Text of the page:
This movie should be seen as a supplement, not a substitute, for the book. I have some serious issues with how Penn chose to close the film, since they deviate so far from what he can accurately conjecture really happened. But I won't spoil it, because hopefully the movie does get the wide release it deserves.

— Susan

Sunday, October 21, 2007

Hey Big Tuna!

I know that I may have given Rolling Stone harsh treatment in last week's "Medium," but the magazine's website is pretty sweet. Call it making amends, but here is my favorite thing on the site as of last week;

Very impressive, but I'm not preparing to eat crow anytime soon.


Tuesday, October 16, 2007

If I could trade lives with anyone...

... it would be this girl.

Paramore performed "Misery Business" off the (relatively) new CD Riot on Conan last week, and I'm still not over the awesome-ness.

I shared this video with my mom, and her response was "But I thought you didn't like female singers?" Well, although there are some notable exceptions (ahem, Alanis Morisette), I am generally annoyed by girls trying to act hardcore.

Perhaps that's not very feminist of me or whatever, but the large majority of them (well, mainly the Avril Lavigne's of the world, but even Jenny Lewis most days) are undeniably annoying.

Hayley Williams, however, is the definition of badass — and who can hate that? I've met her at Warped Tour the past two years, and each time felt slightly creepy since she's ridiculously young (18!) and I was ridiculously giddy.

The Paramore lyricist is everything record labels would love Avril to be: A talented singer, electric frontwoman, and adorable. And I love her for that.

— Susan

Wednesday, October 10, 2007

Within In Rainbows

What's truly amazing about In Rainbows, Radiohead's apparent record-label-killer, is how much it actually promotes the survival of the record itself — an entity which used to aspire to greatness in the whole, rather than its radio-single parts. While trying something as seemingly insane (for Radiohead, read: brilliant) as allowing consumer-chosen pricing in exchange for a must-download of all ten tracks, the band delivers more than just a collection of songs a la 2003's Hail to the Thief — though it must be said they're a typically outstanding batch of tunes. In Rainbows, however, is Radiohead at its best, an actual album that's worth devouring in whole, their best since Kid A.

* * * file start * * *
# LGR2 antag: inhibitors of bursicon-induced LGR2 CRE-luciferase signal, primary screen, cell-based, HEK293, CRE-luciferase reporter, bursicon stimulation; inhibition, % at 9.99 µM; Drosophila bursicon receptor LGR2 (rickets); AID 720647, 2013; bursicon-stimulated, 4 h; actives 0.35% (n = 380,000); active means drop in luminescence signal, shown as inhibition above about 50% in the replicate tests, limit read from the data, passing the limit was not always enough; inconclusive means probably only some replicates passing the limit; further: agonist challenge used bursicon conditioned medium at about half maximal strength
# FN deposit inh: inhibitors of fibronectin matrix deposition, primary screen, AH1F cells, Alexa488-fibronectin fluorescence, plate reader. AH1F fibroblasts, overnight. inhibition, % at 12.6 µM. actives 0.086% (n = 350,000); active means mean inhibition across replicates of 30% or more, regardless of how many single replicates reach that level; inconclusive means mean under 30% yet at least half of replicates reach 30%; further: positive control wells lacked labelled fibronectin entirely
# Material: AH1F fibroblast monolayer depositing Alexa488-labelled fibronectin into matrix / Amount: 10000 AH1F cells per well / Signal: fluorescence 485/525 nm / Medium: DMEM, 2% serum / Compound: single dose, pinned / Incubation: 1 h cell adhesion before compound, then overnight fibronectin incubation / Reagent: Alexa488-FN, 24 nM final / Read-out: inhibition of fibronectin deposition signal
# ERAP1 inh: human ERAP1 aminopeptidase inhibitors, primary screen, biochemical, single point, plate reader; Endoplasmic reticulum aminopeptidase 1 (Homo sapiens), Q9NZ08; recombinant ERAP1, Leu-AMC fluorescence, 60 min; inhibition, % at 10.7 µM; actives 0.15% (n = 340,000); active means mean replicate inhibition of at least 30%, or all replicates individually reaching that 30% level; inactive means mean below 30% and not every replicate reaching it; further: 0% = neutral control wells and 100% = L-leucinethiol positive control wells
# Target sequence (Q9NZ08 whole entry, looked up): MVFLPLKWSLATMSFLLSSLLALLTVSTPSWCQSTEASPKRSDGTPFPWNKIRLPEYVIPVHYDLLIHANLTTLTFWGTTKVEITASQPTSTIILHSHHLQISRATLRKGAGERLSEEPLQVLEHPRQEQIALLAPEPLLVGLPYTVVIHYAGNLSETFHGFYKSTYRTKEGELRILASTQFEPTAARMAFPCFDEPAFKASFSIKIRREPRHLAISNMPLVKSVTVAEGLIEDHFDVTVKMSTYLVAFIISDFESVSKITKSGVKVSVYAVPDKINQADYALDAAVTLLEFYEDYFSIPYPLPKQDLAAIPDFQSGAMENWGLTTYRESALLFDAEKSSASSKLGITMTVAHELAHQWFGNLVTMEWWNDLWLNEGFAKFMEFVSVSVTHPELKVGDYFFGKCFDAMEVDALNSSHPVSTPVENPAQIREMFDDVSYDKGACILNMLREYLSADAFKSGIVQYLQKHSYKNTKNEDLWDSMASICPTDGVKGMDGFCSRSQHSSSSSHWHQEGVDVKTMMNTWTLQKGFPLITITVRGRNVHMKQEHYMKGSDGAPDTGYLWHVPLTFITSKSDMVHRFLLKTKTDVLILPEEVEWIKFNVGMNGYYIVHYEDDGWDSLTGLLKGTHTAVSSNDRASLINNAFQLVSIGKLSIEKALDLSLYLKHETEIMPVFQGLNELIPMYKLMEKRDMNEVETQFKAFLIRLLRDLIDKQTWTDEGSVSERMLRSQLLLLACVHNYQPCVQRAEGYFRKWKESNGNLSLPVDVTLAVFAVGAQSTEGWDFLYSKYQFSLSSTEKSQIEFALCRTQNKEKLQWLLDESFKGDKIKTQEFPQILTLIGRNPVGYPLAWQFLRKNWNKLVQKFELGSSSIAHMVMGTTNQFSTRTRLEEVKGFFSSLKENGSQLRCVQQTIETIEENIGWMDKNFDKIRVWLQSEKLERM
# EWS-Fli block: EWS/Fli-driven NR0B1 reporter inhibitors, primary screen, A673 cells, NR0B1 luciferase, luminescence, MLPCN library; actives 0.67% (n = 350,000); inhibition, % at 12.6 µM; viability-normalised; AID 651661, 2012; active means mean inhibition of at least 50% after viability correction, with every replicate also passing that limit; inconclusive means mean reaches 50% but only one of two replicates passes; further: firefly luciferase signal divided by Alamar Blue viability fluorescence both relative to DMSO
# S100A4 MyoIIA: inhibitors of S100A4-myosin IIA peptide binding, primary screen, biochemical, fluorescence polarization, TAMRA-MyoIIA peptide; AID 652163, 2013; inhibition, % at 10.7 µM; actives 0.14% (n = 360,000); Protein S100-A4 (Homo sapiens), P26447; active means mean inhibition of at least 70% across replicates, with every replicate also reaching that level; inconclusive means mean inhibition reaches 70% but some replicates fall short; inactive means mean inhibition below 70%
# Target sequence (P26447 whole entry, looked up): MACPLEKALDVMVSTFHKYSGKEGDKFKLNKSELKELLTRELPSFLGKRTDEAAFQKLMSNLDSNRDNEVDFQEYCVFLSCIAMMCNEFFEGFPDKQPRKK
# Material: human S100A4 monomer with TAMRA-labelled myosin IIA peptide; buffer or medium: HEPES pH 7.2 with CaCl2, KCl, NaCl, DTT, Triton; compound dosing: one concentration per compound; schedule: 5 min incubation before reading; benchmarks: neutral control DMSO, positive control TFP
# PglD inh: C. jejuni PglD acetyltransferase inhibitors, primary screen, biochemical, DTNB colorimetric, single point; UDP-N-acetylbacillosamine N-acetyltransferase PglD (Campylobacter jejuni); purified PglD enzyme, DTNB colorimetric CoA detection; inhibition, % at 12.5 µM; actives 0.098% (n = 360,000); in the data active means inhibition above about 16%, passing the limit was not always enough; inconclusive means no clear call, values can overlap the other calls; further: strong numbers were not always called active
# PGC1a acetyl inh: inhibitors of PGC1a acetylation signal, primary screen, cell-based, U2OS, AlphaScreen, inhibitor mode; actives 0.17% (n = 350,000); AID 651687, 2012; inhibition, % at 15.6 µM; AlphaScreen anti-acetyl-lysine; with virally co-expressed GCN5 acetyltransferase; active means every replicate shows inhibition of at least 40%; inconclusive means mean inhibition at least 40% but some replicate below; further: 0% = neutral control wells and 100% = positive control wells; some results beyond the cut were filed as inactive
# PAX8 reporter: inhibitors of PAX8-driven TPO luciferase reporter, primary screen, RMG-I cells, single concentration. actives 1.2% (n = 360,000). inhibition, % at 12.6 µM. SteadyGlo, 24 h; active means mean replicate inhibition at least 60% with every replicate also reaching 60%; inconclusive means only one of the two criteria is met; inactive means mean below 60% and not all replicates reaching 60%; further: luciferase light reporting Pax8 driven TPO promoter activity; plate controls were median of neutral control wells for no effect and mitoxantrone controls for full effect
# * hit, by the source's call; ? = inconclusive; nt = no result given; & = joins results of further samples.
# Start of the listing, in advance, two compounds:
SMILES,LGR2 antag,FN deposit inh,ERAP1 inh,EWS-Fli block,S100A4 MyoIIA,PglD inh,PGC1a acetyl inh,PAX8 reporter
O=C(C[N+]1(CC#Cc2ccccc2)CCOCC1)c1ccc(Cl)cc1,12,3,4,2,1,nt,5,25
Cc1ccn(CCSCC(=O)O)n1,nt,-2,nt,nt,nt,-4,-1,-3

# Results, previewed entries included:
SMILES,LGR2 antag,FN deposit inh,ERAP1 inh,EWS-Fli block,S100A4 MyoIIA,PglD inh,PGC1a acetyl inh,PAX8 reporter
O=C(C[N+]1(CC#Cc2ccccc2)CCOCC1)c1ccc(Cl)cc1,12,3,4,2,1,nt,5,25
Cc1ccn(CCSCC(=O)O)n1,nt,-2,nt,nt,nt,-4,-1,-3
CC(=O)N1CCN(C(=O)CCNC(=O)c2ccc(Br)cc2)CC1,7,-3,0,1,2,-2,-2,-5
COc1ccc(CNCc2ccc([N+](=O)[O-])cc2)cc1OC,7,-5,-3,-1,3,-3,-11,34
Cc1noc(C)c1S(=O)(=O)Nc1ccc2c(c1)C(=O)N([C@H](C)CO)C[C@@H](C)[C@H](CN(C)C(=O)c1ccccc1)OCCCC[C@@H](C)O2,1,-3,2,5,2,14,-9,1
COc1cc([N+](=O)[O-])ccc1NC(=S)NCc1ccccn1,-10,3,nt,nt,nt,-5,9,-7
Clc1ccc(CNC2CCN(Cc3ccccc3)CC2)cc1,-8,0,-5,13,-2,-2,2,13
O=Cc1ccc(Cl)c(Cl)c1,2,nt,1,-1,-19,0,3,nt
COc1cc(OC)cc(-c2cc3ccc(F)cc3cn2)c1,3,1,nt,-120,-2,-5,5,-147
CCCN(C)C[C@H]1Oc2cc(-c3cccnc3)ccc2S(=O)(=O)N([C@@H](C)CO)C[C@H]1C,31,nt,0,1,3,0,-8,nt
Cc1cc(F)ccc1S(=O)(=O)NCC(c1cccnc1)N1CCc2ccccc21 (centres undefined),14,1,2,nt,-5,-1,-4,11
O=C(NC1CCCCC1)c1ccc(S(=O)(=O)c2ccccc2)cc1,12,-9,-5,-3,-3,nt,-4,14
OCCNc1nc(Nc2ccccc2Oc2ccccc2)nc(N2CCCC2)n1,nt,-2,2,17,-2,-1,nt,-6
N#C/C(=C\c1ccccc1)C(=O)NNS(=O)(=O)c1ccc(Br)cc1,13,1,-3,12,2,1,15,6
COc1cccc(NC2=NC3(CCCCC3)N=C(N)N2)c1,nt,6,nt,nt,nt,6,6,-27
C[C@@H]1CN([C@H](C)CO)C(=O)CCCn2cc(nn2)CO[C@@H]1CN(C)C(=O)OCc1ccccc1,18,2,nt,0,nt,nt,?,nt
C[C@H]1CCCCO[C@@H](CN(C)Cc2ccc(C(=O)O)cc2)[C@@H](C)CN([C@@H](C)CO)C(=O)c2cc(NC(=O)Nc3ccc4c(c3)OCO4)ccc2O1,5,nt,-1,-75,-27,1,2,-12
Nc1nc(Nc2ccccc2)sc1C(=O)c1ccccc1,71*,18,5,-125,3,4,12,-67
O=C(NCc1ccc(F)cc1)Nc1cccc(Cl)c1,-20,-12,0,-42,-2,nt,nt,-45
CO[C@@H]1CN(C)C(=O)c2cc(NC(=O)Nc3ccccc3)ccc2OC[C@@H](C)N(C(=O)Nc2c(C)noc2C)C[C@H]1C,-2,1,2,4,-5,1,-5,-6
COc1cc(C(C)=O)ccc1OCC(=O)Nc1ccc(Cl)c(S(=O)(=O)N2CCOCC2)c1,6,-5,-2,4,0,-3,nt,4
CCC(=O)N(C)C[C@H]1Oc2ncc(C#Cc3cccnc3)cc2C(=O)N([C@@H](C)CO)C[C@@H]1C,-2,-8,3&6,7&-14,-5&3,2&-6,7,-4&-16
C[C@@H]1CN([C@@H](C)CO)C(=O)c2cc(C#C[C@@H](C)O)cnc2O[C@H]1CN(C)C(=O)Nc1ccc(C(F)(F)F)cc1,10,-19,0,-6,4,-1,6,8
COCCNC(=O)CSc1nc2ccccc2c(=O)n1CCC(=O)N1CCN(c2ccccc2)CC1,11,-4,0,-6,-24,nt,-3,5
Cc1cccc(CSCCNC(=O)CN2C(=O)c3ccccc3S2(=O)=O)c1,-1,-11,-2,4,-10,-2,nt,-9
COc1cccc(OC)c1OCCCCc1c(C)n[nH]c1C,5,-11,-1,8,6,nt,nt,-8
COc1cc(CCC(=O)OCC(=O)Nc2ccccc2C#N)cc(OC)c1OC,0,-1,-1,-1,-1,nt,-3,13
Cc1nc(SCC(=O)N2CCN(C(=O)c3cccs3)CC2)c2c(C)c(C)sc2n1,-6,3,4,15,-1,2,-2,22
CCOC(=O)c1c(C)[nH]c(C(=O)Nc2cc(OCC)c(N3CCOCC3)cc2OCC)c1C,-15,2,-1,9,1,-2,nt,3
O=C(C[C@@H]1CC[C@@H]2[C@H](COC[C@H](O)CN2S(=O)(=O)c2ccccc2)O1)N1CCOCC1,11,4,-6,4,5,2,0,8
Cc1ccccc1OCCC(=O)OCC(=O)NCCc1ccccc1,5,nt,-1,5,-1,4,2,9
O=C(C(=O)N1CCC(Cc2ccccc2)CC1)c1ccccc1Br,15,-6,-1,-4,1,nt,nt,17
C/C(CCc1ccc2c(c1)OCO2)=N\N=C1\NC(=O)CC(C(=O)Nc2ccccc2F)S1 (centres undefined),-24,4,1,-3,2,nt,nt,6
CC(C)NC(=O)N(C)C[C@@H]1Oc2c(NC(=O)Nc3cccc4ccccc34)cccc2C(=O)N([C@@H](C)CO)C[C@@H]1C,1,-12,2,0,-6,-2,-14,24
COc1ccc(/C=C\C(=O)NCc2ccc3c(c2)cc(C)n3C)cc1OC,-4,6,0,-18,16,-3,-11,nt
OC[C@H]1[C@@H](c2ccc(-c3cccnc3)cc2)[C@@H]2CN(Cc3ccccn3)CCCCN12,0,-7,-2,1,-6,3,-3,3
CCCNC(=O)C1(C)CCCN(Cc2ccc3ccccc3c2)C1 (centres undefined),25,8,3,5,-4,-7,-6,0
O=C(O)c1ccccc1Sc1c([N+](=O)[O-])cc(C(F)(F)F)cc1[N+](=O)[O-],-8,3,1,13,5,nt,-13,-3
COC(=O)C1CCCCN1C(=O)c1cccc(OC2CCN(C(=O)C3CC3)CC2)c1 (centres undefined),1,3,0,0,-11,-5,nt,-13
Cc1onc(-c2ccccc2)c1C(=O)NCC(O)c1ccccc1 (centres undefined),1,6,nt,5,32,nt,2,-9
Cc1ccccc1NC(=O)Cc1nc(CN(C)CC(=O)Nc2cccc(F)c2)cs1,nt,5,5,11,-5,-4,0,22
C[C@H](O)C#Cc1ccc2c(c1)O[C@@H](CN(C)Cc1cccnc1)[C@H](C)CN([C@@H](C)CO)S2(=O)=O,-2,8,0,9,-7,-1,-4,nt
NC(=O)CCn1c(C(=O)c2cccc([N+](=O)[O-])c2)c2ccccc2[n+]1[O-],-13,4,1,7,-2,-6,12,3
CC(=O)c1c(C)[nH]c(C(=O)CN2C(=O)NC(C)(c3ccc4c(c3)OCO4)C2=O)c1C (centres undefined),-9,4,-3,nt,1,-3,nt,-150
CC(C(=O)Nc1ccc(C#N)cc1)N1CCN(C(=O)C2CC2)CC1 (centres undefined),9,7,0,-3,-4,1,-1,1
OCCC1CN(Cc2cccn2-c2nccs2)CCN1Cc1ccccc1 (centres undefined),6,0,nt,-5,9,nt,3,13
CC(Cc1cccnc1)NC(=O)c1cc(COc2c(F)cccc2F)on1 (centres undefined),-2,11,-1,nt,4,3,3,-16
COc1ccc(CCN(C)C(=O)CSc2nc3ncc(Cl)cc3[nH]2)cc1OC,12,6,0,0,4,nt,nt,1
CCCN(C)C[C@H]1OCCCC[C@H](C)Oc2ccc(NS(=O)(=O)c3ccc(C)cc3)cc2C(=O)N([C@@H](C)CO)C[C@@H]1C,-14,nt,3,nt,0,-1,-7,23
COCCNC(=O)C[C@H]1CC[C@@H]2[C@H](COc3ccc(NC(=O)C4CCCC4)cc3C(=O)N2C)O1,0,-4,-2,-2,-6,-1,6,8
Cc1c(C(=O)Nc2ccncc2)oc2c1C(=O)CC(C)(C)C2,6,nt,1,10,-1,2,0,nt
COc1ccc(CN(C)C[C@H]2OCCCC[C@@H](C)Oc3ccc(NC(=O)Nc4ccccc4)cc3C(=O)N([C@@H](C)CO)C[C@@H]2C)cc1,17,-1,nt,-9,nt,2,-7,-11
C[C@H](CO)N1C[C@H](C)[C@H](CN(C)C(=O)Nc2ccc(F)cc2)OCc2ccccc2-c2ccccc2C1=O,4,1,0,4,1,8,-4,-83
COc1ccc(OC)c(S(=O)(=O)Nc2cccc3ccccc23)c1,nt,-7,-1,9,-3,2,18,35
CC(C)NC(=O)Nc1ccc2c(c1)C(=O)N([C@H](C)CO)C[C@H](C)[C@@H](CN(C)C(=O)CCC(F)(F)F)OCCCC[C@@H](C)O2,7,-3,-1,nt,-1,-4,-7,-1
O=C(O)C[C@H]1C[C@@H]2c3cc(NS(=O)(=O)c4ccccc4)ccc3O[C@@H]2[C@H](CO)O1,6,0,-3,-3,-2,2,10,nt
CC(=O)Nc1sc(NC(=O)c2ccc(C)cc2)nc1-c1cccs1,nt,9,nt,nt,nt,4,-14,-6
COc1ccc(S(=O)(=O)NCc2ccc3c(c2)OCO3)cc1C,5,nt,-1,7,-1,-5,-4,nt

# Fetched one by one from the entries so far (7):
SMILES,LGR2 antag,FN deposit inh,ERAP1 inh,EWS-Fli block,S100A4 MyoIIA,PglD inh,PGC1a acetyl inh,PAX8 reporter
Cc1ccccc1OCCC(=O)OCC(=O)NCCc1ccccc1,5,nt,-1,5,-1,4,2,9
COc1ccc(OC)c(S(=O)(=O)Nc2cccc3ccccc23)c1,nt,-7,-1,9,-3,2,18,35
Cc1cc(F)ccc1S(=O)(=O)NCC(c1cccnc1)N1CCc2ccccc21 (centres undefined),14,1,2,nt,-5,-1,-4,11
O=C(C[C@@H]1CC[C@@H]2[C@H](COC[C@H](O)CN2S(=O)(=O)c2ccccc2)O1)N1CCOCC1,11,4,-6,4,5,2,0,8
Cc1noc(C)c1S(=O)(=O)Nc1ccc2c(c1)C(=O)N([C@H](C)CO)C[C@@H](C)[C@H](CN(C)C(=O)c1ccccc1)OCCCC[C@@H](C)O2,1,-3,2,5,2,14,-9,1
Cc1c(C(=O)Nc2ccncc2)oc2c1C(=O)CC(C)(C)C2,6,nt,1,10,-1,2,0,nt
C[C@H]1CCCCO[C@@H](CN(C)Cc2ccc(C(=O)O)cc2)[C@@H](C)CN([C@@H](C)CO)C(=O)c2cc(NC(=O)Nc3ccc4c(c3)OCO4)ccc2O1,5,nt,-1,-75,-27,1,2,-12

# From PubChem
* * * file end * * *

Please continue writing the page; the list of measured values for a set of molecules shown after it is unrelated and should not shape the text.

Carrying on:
Is it better than that shattering 2000 release? It's too early to tell (I'm only on my fifth listen-through), but I don't think so. Better than OK Computer ? Must you ask? Of course not. But Radiohead isn't going to reach the pinnacle of those releases by trying to recreate "Paranoid Android" on GarageBand. If you must compare, In Rainbows is like The Bends fed through the digital era of Amnesiac's like: strange yet melodic, beautiful yet alarming.

It starts with a "15 Steps" kickstart, falls into its most rocking track since "Electioneering" with "Bodysnatchers," but then slows with the rolling "Nude." And once the post-ballads start, In Rainbows flows through its the seldom upbeat, but never uninventive, remainder. Further standouts include "All I Need," "Reckoner," and "Videotape." Come to think of it, there isn't a single track that's out of place. And once again, I'm reminded why Radiohead is my favorite band (though it better not make me wait another excruciating four years for my next fix).


Monday, October 8, 2007

That Is What My Youth Was For

My life would not be the same if it were not for cable television. I've always had a TV in my bedroom, and it has always had cable. I was one of those overweight, socially inept latchkey kids that Bill O'Reilly rants about. Some would argue that I still am. However, I think my steady diet of VH1 and E! has brought me to where I am, so let that be a lesson to all the parents out there: Let your kids watch cable and they can grow up to be cynical, overweight, socially inept semi-journalists!

This point came into focus last weekend, when I performed my Saturday routine; sleep until noon, do the essential grooming, sit in bed cloaked in pajamas and find whatever mindless crap is on TV. I have a fascination with Nickelodeon favorite "Drake and Josh," a show starring two obviously twenty-something actors as teenage stepbrothers and best friends. The show isn't remotely smart or subversive but Drake is hot and it lets me relive my awkward adolescence instead of living my awkward collegiate experience. Anyway, imagine my surprise when I turned on Nickelodeon and found a message scrolling across the screen. The message was encouraging me to go out and play. The voice also told me that Nickelodeon was going to air nothing but the scroll until 3 p.m.